Dawn Reader

Dawn Reader
from Open Door Coffee Co.; Hudson, OH; Oct. 26, 2016

Thursday, March 20, 2014

On the Road ... Again

Yesterday morning (Wednesday, March 19) I rode my bicycle for the first time this spring. Well, it was sort of the second time. The evening before, after supper, I'd hopped on and ridden around the funeral home parking lot right next door--just to make sure the gears and brakes were working all right. (They were.) A couple of circles of the lot, that's all ... not really a ride, you know?

During the winters my bike lives in the basement, where I entrust its care to the spiders and mice. I carry it down late each fall when the long-range weather reports confirm that there ain't gonna be much good riding in the foreseeable future (i.e., November-December-January-February). Last fall, it was somewhat emotional for me, taking that bike downstairs. My last ride had been on October 28--to Starbucks in Hudson (a routine route for me)--and when I got home, I was not sure I'd ever ride that bike--or any bike--again.

As regular readers here know, I've been wrestling with prostate cancer (and its insistent returns) since June 2005 when I underwent a prostatectomy (removal). Then the cancer returned. Radiation in 2009. The cancer returned. In late July 2013 I received my first injection of Lupron, a drug which effectively killed my testosterone (food for prostate cancer) and, of course, killed my libido, as well. (One day I'll write about that.) I was also getting bad numbers on my liver tests.

So ... when I took that bike to the basement in late October, I was not at all sure I'd ever again be hauling it back upstairs in mid-March for its annual trip to Eddy's Bicycle Shop in Stow for its spring tune-up. Tears that late October day ... lots of them.

I learned to ride a bike in Amarillo, Texas, 1952 or so (when I was seven), and I've been a casual rider ever since. I quit riding a bike in high school (not a cool thing to do, ride a bike), but not long after I married in 1969, I got a new bike--Joyce still had her Schwinn from girlhood--and we did some riding--and I also rode around with our infant son in the child seat after he was born in 1972. He liked to go to Stoddard's in Kent--where they have some of the best soft ice cream in the galaxy. I still like to go there, but my cholesterol numbers say No! so Joyce and I go only once a year ... tradition.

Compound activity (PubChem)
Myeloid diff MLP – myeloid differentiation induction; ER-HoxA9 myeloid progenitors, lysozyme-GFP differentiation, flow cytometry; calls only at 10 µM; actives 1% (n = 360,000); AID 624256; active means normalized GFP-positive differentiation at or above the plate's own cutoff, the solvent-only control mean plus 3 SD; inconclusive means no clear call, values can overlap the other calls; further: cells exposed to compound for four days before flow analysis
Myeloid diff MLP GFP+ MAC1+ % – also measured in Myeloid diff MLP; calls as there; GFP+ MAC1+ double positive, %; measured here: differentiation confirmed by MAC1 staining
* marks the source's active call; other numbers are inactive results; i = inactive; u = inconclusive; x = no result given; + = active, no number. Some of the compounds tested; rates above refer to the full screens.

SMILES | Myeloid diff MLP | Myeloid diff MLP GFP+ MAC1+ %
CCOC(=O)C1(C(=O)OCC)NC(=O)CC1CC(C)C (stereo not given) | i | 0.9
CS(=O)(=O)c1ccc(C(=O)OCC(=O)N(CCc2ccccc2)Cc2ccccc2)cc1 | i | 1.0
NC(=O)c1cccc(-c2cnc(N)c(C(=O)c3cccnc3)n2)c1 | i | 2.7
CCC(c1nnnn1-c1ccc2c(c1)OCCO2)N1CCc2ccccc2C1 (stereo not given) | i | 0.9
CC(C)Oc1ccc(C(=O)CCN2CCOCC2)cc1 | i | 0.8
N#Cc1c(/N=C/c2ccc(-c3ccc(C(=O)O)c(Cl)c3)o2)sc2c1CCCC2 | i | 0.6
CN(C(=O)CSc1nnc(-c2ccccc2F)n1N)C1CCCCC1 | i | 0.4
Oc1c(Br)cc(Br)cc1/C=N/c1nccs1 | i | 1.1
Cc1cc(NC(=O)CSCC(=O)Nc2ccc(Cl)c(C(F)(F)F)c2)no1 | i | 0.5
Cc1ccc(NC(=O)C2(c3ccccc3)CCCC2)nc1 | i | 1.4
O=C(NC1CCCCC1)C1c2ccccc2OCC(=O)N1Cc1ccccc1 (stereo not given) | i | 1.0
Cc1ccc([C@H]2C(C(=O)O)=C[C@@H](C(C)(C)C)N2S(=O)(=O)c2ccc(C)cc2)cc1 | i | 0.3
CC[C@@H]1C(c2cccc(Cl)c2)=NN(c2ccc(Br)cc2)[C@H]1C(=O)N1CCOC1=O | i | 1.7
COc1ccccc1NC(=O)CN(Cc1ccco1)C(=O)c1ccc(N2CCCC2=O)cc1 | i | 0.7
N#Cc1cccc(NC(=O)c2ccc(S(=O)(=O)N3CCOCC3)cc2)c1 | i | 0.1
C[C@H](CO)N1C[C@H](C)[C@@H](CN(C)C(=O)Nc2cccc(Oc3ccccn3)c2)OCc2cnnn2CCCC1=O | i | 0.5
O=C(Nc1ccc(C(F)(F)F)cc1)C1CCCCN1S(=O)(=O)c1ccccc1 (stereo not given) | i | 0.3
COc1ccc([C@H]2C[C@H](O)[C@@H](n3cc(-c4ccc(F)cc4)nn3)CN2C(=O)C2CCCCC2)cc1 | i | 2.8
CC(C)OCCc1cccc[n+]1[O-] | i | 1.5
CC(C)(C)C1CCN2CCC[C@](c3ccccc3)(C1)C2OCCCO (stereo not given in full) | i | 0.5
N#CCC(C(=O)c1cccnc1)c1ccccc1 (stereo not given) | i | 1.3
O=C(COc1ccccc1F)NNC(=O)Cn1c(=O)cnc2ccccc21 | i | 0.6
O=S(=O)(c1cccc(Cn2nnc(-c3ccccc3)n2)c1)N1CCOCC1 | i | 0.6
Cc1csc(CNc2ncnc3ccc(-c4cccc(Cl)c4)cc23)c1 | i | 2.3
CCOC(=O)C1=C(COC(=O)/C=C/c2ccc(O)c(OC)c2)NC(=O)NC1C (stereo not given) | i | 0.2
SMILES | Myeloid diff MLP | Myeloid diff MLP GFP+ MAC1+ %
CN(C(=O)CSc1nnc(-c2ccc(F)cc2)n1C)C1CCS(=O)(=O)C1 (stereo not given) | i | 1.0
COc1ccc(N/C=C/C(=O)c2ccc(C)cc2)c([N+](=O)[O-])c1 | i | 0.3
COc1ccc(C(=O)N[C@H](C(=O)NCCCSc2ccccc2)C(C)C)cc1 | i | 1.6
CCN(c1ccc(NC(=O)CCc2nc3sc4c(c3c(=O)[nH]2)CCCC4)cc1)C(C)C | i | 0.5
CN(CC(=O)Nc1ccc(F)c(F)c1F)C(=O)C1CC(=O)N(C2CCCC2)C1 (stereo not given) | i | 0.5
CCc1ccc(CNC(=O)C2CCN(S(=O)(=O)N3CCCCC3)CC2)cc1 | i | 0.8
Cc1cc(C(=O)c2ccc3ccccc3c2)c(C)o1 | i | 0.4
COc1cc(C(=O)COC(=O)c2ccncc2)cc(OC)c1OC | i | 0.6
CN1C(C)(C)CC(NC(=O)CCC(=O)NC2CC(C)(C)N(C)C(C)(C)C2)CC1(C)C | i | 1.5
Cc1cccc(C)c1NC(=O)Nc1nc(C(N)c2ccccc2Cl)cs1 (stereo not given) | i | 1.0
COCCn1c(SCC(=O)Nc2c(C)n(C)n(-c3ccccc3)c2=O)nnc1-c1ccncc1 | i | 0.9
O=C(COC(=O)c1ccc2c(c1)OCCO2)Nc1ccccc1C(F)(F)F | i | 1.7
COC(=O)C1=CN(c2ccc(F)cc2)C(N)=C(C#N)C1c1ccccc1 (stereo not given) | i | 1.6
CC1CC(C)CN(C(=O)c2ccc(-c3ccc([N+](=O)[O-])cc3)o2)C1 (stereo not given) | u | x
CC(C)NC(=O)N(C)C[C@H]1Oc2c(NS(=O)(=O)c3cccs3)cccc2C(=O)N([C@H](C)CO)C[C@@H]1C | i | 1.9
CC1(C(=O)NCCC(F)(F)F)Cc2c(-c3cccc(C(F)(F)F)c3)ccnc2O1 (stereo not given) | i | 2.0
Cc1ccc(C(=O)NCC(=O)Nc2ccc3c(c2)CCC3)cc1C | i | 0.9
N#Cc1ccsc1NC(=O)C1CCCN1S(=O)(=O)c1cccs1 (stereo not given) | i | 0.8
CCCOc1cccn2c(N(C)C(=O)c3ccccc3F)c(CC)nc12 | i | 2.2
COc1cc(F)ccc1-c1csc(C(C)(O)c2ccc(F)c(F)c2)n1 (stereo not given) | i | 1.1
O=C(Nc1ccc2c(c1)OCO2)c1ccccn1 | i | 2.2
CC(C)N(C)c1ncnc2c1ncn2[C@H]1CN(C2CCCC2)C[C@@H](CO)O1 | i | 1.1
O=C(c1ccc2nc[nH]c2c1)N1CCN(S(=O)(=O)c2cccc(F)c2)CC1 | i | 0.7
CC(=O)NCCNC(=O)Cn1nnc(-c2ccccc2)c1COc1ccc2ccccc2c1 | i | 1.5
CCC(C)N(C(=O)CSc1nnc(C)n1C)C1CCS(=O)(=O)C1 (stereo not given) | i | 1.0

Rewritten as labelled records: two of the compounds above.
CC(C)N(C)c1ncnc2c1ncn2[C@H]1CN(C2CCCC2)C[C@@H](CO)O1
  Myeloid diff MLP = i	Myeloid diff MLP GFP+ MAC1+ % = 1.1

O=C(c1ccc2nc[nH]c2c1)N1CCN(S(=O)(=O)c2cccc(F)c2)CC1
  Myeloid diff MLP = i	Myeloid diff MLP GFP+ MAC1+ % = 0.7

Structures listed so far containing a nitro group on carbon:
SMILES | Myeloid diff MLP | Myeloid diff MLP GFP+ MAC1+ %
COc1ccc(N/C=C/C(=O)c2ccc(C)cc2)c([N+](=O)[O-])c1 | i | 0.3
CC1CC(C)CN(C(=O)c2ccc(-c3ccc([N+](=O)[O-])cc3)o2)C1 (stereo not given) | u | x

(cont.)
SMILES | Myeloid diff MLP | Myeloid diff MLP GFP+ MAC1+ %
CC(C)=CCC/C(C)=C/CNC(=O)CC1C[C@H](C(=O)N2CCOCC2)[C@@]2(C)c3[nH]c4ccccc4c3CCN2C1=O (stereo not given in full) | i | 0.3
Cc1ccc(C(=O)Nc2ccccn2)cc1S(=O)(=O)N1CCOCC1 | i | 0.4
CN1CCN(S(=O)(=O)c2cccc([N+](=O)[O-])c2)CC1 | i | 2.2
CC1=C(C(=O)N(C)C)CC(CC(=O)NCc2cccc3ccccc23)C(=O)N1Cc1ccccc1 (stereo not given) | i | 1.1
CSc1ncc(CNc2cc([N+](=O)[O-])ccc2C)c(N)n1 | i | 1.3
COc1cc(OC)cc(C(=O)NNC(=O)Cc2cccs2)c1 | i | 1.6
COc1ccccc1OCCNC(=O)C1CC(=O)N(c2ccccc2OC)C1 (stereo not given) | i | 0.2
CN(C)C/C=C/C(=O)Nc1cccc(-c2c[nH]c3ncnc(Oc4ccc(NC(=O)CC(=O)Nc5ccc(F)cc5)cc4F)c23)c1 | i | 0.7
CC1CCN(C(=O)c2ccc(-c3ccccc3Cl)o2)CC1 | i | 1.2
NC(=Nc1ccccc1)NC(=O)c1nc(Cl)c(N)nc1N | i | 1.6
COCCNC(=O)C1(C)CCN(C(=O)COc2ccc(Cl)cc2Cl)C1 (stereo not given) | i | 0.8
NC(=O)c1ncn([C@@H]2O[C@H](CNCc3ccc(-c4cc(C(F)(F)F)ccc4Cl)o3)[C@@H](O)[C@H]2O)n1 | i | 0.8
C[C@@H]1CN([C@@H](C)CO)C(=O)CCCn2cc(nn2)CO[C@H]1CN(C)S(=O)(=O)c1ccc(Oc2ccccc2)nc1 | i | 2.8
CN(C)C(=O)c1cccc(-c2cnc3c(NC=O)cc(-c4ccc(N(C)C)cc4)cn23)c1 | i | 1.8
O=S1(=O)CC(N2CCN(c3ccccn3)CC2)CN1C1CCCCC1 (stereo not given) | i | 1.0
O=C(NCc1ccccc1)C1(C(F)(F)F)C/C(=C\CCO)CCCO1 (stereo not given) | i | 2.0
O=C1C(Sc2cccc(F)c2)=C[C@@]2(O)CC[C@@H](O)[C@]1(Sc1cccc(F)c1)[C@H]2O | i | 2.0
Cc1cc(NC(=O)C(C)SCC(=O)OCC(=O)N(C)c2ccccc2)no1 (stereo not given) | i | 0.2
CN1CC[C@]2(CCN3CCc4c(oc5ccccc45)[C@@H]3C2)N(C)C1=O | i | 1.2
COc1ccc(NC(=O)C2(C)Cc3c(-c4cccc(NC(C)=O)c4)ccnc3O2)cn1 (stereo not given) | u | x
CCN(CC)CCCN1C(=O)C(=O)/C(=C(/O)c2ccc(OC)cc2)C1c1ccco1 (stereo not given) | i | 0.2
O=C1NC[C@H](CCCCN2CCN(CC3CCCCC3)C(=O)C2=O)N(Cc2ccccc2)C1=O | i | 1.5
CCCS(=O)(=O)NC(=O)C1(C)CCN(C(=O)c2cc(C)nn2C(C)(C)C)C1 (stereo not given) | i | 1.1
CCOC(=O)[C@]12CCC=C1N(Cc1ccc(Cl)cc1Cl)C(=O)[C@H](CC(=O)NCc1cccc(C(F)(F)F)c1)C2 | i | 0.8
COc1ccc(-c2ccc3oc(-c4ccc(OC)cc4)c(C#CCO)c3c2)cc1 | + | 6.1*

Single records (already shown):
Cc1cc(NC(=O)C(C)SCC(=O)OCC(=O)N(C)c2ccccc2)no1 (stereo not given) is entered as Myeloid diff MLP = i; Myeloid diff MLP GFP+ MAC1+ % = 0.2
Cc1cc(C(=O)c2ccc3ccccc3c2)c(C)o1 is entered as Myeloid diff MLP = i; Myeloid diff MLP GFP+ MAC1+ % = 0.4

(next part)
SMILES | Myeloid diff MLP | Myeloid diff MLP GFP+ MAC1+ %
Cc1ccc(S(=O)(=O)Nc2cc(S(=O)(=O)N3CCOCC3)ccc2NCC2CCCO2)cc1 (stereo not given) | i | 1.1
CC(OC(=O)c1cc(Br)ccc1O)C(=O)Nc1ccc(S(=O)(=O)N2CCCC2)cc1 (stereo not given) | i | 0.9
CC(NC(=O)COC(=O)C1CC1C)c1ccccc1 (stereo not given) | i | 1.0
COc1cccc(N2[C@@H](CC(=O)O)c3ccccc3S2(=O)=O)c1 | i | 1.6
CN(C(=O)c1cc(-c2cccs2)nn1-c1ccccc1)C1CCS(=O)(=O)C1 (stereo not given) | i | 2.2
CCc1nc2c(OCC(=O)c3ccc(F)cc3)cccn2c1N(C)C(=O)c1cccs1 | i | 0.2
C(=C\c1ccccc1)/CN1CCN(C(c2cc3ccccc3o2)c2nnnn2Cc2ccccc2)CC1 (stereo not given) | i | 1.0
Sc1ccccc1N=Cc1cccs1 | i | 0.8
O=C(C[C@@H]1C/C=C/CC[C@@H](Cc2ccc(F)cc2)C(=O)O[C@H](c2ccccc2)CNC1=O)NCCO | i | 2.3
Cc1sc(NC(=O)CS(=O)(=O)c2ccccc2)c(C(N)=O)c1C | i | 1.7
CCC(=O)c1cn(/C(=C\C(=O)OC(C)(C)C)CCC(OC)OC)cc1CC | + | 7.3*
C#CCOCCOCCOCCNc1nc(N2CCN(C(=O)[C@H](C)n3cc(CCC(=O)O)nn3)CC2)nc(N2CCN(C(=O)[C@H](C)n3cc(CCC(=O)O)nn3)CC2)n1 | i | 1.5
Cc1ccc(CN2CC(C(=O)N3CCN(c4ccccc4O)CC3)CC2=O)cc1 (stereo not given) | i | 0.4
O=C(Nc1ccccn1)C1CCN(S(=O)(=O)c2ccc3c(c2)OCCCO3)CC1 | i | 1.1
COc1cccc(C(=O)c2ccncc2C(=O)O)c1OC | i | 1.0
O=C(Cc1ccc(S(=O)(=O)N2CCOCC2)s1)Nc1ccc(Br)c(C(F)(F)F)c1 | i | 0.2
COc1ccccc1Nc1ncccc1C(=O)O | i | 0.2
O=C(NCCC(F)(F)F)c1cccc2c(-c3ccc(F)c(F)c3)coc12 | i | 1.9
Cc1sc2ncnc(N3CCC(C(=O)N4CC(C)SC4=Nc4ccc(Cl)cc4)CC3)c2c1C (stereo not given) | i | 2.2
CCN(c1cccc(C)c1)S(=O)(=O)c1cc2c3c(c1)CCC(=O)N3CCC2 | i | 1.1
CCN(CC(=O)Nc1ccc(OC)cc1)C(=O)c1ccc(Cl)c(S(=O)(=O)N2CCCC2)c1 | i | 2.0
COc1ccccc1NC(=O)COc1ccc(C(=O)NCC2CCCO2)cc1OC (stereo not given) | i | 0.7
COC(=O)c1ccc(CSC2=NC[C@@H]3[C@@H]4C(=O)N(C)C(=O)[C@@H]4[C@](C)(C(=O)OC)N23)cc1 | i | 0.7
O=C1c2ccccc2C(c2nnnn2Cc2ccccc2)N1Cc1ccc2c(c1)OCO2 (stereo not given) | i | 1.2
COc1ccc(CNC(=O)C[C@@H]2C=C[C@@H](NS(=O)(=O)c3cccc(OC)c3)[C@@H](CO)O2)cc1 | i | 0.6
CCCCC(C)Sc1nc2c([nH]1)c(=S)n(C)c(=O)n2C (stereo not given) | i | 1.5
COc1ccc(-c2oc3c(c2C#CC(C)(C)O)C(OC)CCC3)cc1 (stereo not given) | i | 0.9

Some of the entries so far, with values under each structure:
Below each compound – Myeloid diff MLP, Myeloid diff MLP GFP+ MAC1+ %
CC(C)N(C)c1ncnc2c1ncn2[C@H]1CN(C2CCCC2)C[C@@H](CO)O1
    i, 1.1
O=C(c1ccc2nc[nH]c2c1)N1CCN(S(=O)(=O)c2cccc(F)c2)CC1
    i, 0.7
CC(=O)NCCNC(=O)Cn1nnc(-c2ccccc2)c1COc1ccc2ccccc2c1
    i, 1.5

Joyce bought my current bike--a Schwinn--when we were living in Aurora--oh, around 1992 or so? She offers now and then to buy me a new one, but I kind of like the Old Fellow, and (darkly, darkly) I'm hesitant
to spend money on something which I may not be able to use much longer. I use it, as I said, casually. But when I was teaching at nearby Western Reserve Academy (a few blocks north), I rode it whenever I could, back and forth several times a day during my ten-year stint there (2001-2011). Post-retirement,  I ride to the coffee shop in the morning (when the weather cooperates), to Starbucks, to the barbershop ... a few other errands. I like to hop on when grandsons Logan and Carson are visiting. They seem to get a kick out of seeing their "Silly Papa" on a bike. (You have to admit: There is something a little funny about seeing an Old Guy in a helmet on a bike.)

Well, I somehow survived the winter. The Lupron took my PSA back to zero (it will rise again--that is certain--but I'm hoping not soon). My liver numbers went back to normal, too. And a week ago I realized it was about that time again. Eddy's Time. I went to the basement, thanked the vermin for their service, and struggled with it back up the stairs and out into the back of the car. And Joyce and I drove it off to Eddy's for its annual physical. Which it passed splendidly. (Thanks again, vermin!)

I got the bike back on Saturday, March 15, and put it back on the side porch, where it will live until snow fly next fall. But, as I said, I didn't ride it until Wednesday morning. And as I rolled out onto Church Street, heading for Bruegger's Bagels and my morning caffeine hit, I felt, once again, that surge of joy I'd first felt back in Amarillo in 1952. I'm riding! I'm riding a bike!

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